Residents wearing face masks wait in to take COVID-19 tests in Cheung Sha Wan, Hong Kong, Sept 3, 2020. (Photo: China Daily)
With the special administrative region's economy and unemployment in their worst shape in years, if not decades, it has arguably never been more imperative for Hong Kong to focus on livelihood issues.
The novel coronavirus outbreak has added to the serious harm that was already being inflicted on the SAR's economy and people's livelihoods by the trade war being waged against China by the United States and the violent antics of the opposition camp.
The economy shrank by 9 percent in the second quarter compared with a year ago, the fourth consecutive quarter of year-to-year contraction, and the unemployment rate hit a decade high at 6.1 percent. Low-income residents have been especially hard hit, with those who have been made jobless or who are underemployed about eight times more than the overall rate, based on a recent survey.
Conceivably, the unemployment rate would have shot up to an unprecedented level, had it not been for the SAR government helping mitigate a wave of business bankruptcies and staff layoffs by doling out rounds of financial subsidies.
The state of Hong Kong residents' mental health has also hit an all-time low, according to an annual survey, with the social turmoil and pandemic preying on people's minds. Financial stress has no doubt contributed significantly to the general deterioration of residents' psychological well-being.
Hong Kong will not get rid of these woes until economic activities get back to normal. It is the urgent need to tackle this woeful socioeconomic situation that has galvanized the SAR government to implement an ambitious universal community testing program to contain the pandemic, with the assistance of the central government.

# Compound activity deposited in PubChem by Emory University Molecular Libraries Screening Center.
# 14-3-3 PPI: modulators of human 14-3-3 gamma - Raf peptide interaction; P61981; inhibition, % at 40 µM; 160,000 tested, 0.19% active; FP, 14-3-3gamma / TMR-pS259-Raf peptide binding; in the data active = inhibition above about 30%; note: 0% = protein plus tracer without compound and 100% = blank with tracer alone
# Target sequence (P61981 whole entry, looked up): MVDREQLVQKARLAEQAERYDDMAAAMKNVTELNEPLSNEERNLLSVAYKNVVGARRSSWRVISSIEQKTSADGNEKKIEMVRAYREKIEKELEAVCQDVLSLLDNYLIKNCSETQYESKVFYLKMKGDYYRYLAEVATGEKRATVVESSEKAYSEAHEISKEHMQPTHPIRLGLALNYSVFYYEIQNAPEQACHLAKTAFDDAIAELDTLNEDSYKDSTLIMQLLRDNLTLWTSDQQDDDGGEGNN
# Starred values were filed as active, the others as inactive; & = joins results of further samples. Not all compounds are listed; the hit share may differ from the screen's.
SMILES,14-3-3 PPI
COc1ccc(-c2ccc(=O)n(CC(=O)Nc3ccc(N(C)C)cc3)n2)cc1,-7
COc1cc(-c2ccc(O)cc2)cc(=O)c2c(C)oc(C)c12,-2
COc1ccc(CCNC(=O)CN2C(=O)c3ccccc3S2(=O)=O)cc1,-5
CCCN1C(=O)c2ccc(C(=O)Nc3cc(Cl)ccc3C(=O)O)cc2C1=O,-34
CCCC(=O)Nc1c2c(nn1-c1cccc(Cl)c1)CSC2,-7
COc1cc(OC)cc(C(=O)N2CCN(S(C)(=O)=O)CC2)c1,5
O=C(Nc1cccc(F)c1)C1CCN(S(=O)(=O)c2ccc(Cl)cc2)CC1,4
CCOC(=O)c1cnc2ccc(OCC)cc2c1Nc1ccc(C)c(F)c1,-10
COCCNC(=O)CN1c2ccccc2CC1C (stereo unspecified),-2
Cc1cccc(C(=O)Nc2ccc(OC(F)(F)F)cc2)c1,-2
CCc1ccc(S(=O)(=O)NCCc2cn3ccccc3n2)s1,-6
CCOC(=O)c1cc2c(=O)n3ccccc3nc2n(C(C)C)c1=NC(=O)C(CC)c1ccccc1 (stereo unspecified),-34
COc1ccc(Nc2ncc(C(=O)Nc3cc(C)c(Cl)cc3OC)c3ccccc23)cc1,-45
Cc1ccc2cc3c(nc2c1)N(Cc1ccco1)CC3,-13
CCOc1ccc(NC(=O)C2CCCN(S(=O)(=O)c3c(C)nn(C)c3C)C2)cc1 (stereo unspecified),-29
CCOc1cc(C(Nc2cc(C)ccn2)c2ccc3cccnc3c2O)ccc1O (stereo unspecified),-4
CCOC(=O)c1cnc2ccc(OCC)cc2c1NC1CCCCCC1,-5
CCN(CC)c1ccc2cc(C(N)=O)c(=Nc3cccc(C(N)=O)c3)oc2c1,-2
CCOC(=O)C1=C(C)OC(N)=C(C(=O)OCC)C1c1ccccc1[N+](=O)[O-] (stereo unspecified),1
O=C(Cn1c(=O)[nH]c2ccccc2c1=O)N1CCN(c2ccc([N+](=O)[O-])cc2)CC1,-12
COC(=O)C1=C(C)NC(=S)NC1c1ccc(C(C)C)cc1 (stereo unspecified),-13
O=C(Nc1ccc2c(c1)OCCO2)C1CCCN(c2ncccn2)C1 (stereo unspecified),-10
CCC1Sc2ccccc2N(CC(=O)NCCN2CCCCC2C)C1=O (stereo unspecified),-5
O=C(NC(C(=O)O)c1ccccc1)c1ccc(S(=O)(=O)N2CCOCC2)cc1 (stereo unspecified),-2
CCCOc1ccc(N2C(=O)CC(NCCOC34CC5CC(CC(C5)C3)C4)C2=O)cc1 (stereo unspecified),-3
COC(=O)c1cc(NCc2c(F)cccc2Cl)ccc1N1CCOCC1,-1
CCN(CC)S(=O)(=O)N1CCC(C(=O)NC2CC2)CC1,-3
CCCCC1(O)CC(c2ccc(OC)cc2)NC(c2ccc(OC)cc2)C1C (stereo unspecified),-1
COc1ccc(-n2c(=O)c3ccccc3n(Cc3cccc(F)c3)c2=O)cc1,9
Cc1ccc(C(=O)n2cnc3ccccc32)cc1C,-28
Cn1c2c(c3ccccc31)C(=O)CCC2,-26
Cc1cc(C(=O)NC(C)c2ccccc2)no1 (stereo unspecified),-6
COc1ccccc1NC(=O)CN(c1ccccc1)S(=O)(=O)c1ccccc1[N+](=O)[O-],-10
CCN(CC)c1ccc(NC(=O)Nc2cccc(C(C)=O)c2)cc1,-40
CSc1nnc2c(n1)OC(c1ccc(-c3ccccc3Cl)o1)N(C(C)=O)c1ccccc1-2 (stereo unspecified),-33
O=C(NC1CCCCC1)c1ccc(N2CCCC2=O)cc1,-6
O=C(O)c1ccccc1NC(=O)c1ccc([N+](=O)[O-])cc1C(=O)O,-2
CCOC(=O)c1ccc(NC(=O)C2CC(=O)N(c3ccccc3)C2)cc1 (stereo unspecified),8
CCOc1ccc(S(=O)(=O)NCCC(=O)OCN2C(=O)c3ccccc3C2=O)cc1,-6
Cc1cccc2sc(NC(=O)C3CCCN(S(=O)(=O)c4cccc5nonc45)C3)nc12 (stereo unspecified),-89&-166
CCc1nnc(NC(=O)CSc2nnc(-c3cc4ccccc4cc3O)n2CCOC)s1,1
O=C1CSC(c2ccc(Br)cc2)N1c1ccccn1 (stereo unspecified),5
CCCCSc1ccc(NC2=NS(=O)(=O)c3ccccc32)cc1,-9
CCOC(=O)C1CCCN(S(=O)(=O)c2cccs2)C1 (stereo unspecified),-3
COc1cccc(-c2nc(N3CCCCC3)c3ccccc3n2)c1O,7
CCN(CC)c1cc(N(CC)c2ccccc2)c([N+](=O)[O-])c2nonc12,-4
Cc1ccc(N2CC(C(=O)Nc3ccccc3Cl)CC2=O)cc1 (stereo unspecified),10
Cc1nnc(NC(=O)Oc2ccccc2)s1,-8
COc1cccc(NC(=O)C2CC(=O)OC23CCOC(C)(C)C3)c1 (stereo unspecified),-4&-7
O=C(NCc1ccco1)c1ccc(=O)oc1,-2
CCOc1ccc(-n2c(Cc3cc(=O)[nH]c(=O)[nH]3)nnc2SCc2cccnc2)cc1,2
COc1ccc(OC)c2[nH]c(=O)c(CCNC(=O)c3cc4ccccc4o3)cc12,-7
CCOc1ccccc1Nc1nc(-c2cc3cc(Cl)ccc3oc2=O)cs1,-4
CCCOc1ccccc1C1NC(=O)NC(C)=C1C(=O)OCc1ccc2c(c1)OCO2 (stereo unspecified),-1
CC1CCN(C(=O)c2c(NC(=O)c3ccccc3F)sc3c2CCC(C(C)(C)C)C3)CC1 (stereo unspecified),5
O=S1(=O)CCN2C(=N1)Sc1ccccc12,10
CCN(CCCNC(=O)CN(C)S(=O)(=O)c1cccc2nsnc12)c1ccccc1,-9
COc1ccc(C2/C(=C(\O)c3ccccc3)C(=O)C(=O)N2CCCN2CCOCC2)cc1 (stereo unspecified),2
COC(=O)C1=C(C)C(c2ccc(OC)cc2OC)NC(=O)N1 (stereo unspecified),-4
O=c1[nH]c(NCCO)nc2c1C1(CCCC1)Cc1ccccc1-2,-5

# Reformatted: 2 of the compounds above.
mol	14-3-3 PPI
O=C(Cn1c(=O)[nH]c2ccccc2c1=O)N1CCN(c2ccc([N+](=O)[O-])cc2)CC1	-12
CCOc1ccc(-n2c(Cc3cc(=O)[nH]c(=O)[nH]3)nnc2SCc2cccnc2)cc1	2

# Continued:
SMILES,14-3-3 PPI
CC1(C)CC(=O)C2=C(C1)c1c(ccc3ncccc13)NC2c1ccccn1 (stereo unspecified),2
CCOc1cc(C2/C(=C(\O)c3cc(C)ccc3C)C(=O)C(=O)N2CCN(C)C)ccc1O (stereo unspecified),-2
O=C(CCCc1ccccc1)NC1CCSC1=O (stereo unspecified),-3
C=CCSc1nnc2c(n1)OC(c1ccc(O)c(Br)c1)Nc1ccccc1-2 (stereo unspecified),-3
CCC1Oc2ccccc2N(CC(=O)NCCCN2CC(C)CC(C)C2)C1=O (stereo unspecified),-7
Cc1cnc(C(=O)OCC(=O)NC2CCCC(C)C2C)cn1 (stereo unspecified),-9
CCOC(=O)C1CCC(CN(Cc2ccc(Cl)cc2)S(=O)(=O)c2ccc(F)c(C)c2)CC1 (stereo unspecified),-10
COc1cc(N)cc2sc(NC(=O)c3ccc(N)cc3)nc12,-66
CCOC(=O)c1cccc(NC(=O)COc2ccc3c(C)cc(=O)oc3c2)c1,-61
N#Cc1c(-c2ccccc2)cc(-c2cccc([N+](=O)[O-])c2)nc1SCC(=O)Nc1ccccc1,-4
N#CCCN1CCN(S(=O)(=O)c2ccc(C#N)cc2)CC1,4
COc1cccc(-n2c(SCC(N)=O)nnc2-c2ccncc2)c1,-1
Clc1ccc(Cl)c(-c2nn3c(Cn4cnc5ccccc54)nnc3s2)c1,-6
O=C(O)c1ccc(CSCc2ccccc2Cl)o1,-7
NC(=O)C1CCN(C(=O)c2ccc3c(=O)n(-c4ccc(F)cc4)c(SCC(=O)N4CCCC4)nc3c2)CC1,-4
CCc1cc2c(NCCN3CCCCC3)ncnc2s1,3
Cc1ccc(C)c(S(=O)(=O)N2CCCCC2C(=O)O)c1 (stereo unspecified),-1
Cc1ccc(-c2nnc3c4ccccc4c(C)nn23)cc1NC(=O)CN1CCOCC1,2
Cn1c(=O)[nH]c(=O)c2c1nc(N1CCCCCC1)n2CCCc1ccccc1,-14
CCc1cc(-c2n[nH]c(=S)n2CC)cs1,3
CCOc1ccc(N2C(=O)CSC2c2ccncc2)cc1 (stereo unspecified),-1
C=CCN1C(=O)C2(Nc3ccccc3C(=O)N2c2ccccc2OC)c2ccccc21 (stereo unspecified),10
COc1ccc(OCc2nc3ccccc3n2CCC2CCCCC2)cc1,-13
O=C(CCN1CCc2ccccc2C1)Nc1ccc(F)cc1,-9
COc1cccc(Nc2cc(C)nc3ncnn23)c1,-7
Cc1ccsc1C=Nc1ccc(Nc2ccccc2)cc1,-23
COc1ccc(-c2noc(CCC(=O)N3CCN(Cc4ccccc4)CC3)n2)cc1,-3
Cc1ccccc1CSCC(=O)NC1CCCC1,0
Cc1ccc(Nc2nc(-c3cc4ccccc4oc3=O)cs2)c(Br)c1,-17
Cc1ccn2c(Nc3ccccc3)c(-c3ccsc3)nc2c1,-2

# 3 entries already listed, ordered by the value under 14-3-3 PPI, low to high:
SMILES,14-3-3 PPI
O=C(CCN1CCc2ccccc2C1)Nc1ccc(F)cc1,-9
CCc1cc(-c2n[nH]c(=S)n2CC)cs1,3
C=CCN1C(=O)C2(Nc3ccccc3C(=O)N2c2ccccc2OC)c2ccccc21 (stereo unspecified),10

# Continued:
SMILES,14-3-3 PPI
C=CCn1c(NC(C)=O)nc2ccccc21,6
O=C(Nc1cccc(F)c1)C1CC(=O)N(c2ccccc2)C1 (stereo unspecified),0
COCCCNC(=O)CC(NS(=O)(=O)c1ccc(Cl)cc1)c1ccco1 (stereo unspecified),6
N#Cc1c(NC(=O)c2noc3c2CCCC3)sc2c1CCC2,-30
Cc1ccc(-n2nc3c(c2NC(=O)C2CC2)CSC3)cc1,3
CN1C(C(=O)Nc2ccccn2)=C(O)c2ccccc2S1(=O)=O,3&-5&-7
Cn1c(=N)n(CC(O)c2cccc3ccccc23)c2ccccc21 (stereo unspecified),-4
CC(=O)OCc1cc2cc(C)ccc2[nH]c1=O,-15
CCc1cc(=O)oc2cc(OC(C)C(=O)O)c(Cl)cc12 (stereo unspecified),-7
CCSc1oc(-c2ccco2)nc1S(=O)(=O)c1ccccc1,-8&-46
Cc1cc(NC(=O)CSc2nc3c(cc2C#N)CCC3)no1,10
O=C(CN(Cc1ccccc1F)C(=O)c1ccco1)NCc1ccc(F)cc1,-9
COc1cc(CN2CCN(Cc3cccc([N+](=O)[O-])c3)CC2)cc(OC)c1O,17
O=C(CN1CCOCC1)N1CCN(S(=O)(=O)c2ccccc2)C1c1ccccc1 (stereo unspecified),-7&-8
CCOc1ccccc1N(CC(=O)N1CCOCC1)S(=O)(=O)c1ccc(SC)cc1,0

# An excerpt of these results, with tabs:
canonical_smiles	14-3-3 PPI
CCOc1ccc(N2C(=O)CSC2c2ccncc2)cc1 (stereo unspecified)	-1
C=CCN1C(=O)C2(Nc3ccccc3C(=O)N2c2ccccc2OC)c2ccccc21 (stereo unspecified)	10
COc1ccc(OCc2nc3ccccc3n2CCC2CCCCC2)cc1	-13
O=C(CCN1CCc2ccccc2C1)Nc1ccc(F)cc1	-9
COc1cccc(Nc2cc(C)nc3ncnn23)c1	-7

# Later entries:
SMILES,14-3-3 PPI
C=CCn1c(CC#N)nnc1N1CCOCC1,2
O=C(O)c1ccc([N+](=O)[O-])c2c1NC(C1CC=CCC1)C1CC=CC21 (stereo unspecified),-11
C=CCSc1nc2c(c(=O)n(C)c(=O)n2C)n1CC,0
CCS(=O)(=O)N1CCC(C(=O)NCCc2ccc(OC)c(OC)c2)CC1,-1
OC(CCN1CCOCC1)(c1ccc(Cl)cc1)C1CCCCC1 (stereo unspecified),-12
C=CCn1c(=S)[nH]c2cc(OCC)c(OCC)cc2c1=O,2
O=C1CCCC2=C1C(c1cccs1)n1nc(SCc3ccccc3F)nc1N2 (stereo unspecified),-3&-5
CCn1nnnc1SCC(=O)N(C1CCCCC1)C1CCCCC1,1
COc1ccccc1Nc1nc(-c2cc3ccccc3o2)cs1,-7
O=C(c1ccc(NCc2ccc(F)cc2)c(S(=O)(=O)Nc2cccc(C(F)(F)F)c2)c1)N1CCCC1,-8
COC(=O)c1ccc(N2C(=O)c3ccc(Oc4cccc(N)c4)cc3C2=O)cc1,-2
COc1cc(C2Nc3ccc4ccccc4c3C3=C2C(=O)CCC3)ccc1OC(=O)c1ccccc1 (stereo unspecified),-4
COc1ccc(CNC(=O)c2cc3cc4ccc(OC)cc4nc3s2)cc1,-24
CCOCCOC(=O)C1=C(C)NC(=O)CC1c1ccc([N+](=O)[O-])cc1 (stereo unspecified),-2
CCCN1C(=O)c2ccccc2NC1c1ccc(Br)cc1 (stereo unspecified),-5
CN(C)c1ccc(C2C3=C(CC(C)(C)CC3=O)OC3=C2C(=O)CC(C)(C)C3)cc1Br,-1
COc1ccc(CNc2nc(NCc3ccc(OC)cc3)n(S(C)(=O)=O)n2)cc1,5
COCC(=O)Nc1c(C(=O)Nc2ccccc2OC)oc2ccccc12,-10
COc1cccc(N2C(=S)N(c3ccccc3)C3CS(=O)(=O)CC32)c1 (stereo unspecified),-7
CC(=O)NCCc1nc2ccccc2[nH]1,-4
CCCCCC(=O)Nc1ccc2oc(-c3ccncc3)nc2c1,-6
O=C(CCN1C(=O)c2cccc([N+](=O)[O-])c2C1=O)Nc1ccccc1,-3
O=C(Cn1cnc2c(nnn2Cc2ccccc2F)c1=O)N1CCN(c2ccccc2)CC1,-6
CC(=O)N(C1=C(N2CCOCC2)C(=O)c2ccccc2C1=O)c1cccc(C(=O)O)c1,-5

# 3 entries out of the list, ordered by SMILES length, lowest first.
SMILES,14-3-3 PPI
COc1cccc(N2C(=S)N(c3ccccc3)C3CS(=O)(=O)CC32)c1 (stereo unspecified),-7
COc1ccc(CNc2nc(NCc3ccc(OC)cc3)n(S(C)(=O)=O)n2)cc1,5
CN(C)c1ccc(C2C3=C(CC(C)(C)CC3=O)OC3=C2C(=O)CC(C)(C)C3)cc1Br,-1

Yet to the dismay of those worst-affected by the SAR's travails, the bid to cut off the transmission chains of the novel coronavirus by identifying those infected with the virus but not showing symptoms has been undermined by the opposition camp, who have made the testing program another rallying point to rekindle their political campaign that has been choked by the SAR's recent enacting of national security legislation. Many residents have been dissuaded from taking the test as a result of the opposition camp's rumor-mongering, compromising the effectiveness of the program.
By extending their "burn-together" tactic to the universal testing program, the political zealots have once again displayed their determination to pursue their own agenda at the expense of society's well-being. That even the testing, which may well be a matter of life and death for some Hong Kong residents, has not been spared the malice of these political extremists indicates they will go to any lengths to indulge their spite and prejudice.
The "burn-together epidemic" these militants hope to spread is the most harmful curse ever inflicted on Hong Kong.